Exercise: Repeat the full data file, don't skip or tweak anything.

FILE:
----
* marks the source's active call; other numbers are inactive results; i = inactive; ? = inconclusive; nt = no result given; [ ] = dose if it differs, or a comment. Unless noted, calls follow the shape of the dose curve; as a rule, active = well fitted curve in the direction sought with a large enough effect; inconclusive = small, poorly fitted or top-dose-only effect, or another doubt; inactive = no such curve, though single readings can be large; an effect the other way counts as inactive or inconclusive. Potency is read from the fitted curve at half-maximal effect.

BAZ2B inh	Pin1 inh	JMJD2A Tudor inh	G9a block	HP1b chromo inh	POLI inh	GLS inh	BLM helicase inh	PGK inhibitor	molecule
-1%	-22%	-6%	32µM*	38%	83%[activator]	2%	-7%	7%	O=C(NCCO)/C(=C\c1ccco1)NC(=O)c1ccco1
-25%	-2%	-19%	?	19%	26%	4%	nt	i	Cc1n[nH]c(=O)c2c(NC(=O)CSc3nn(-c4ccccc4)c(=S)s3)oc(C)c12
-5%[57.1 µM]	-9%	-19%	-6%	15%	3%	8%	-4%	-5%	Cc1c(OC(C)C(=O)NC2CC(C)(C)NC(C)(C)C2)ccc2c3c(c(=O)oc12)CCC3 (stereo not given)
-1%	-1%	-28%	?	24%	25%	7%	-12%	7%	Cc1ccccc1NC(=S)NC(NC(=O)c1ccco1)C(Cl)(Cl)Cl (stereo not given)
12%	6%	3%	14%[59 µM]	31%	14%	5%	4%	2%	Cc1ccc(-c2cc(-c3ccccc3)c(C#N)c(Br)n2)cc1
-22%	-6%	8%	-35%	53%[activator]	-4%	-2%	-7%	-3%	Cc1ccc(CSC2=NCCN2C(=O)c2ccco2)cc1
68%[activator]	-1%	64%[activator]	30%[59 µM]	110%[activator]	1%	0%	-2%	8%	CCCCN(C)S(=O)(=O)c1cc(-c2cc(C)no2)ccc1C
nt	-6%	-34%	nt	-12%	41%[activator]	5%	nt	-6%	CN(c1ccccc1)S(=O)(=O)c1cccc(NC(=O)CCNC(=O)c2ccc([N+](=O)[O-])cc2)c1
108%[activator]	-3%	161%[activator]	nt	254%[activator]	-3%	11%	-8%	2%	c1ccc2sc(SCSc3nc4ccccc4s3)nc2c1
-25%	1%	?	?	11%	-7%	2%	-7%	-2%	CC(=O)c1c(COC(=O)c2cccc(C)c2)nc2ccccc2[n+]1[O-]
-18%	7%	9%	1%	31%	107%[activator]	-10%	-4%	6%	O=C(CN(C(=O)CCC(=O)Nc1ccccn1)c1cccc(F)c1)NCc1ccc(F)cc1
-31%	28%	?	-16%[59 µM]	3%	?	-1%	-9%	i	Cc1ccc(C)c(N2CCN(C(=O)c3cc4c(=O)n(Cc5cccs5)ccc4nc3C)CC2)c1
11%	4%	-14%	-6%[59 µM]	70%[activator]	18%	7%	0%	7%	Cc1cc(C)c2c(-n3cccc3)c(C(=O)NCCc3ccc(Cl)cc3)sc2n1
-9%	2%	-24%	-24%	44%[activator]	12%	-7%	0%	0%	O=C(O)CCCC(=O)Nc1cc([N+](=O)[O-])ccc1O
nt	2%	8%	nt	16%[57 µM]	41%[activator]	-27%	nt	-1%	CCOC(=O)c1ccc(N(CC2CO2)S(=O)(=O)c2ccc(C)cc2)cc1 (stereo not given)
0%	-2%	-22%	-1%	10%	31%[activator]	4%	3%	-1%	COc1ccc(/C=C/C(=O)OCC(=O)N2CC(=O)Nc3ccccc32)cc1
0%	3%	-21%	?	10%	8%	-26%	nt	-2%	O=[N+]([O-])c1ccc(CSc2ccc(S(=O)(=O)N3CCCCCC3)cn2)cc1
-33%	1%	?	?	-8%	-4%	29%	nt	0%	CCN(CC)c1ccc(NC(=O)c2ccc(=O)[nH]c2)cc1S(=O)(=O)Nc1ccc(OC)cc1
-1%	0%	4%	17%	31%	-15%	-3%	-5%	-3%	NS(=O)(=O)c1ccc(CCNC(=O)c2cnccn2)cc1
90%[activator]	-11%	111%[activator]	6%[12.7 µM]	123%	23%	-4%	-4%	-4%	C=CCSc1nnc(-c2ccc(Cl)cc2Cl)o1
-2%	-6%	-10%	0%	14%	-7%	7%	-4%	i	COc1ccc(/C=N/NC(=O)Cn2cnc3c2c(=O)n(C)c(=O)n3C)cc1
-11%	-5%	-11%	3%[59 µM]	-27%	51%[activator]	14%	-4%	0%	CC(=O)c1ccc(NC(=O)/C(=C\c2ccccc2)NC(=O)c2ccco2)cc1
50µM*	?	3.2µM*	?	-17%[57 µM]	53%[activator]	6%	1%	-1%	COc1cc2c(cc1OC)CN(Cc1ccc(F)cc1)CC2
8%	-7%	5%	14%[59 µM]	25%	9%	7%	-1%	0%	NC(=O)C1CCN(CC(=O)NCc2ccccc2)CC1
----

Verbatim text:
* marks the source's active call; other numbers are inactive results; i = inactive; ? = inconclusive; nt = no result given; [ ] = dose if it differs, or a comment. Unless noted, calls follow the shape of the dose curve; as a rule, active = well fitted curve in the direction sought with a large enough effect; inconclusive = small, poorly fitted or top-dose-only effect, or another doubt; inactive = no such curve, though single readings can be large; an effect the other way counts as inactive or inconclusive. Potency is read from the fitted curve at half-maximal effect.

BAZ2B inh	Pin1 inh	JMJD2A Tudor inh	G9a block	HP1b chromo inh	POLI inh	GLS inh	BLM helicase inh	PGK inhibitor	molecule
-1%	-22%	-6%	32µM*	38%	83%[activator]	2%	-7%	7%	O=C(NCCO)/C(=C\c1ccco1)NC(=O)c1ccco1
-25%	-2%	-19%	?	19%	26%	4%	nt	i	Cc1n[nH]c(=O)c2c(NC(=O)CSc3nn(-c4ccccc4)c(=S)s3)oc(C)c12
-5%[57.1 µM]	-9%	-19%	-6%	15%	3%	8%	-4%	-5%	Cc1c(OC(C)C(=O)NC2CC(C)(C)NC(C)(C)C2)ccc2c3c(c(=O)oc12)CCC3 (stereo not given)
-1%	-1%	-28%	?	24%	25%	7%	-12%	7%	Cc1ccccc1NC(=S)NC(NC(=O)c1ccco1)C(Cl)(Cl)Cl (stereo not given)
12%	6%	3%	14%[59 µM]	31%	14%	5%	4%	2%	Cc1ccc(-c2cc(-c3ccccc3)c(C#N)c(Br)n2)cc1
-22%	-6%	8%	-35%	53%[activator]	-4%	-2%	-7%	-3%	Cc1ccc(CSC2=NCCN2C(=O)c2ccco2)cc1
68%[activator]	-1%	64%[activator]	30%[59 µM]	110%[activator]	1%	0%	-2%	8%	CCCCN(C)S(=O)(=O)c1cc(-c2cc(C)no2)ccc1C
nt	-6%	-34%	nt	-12%	41%[activator]	5%	nt	-6%	CN(c1ccccc1)S(=O)(=O)c1cccc(NC(=O)CCNC(=O)c2ccc([N+](=O)[O-])cc2)c1
108%[activator]	-3%	161%[activator]	nt	254%[activator]	-3%	11%	-8%	2%	c1ccc2sc(SCSc3nc4ccccc4s3)nc2c1
-25%	1%	?	?	11%	-7%	2%	-7%	-2%	CC(=O)c1c(COC(=O)c2cccc(C)c2)nc2ccccc2[n+]1[O-]
-18%	7%	9%	1%	31%	107%[activator]	-10%	-4%	6%	O=C(CN(C(=O)CCC(=O)Nc1ccccn1)c1cccc(F)c1)NCc1ccc(F)cc1
-31%	28%	?	-16%[59 µM]	3%	?	-1%	-9%	i	Cc1ccc(C)c(N2CCN(C(=O)c3cc4c(=O)n(Cc5cccs5)ccc4nc3C)CC2)c1
11%	4%	-14%	-6%[59 µM]	70%[activator]	18%	7%	0%	7%	Cc1cc(C)c2c(-n3cccc3)c(C(=O)NCCc3ccc(Cl)cc3)sc2n1
-9%	2%	-24%	-24%	44%[activator]	12%	-7%	0%	0%	O=C(O)CCCC(=O)Nc1cc([N+](=O)[O-])ccc1O
nt	2%	8%	nt	16%[57 µM]	41%[activator]	-27%	nt	-1%	CCOC(=O)c1ccc(N(CC2CO2)S(=O)(=O)c2ccc(C)cc2)cc1 (stereo not given)
0%	-2%	-22%	-1%	10%	31%[activator]	4%	3%	-1%	COc1ccc(/C=C/C(=O)OCC(=O)N2CC(=O)Nc3ccccc32)cc1
0%	3%	-21%	?	10%	8%	-26%	nt	-2%	O=[N+]([O-])c1ccc(CSc2ccc(S(=O)(=O)N3CCCCCC3)cn2)cc1
-33%	1%	?	?	-8%	-4%	29%	nt	0%	CCN(CC)c1ccc(NC(=O)c2ccc(=O)[nH]c2)cc1S(=O)(=O)Nc1ccc(OC)cc1
-1%	0%	4%	17%	31%	-15%	-3%	-5%	-3%	NS(=O)(=O)c1ccc(CCNC(=O)c2cnccn2)cc1
90%[activator]	-11%	111%[activator]	6%[12.7 µM]	123%	23%	-4%	-4%	-4%	C=CCSc1nnc(-c2ccc(Cl)cc2Cl)o1
-2%	-6%	-10%	0%	14%	-7%	7%	-4%	i	COc1ccc(/C=N/NC(=O)Cn2cnc3c2c(=O)n(C)c(=O)n3C)cc1
-11%	-5%	-11%	3%[59 µM]	-27%	51%[activator]	14%	-4%	0%	CC(=O)c1ccc(NC(=O)/C(=C\c2ccccc2)NC(=O)c2ccco2)cc1
50µM*	?	3.2µM*	?	-17%[57 µM]	53%[activator]	6%	1%	-1%	COc1cc2c(cc1OC)CN(Cc1ccc(F)cc1)CC2
8%	-7%	5%	14%[59 µM]	25%	9%	7%	-1%	0%	NC(=O)C1CCN(CC(=O)NCc2ccccc2)CC1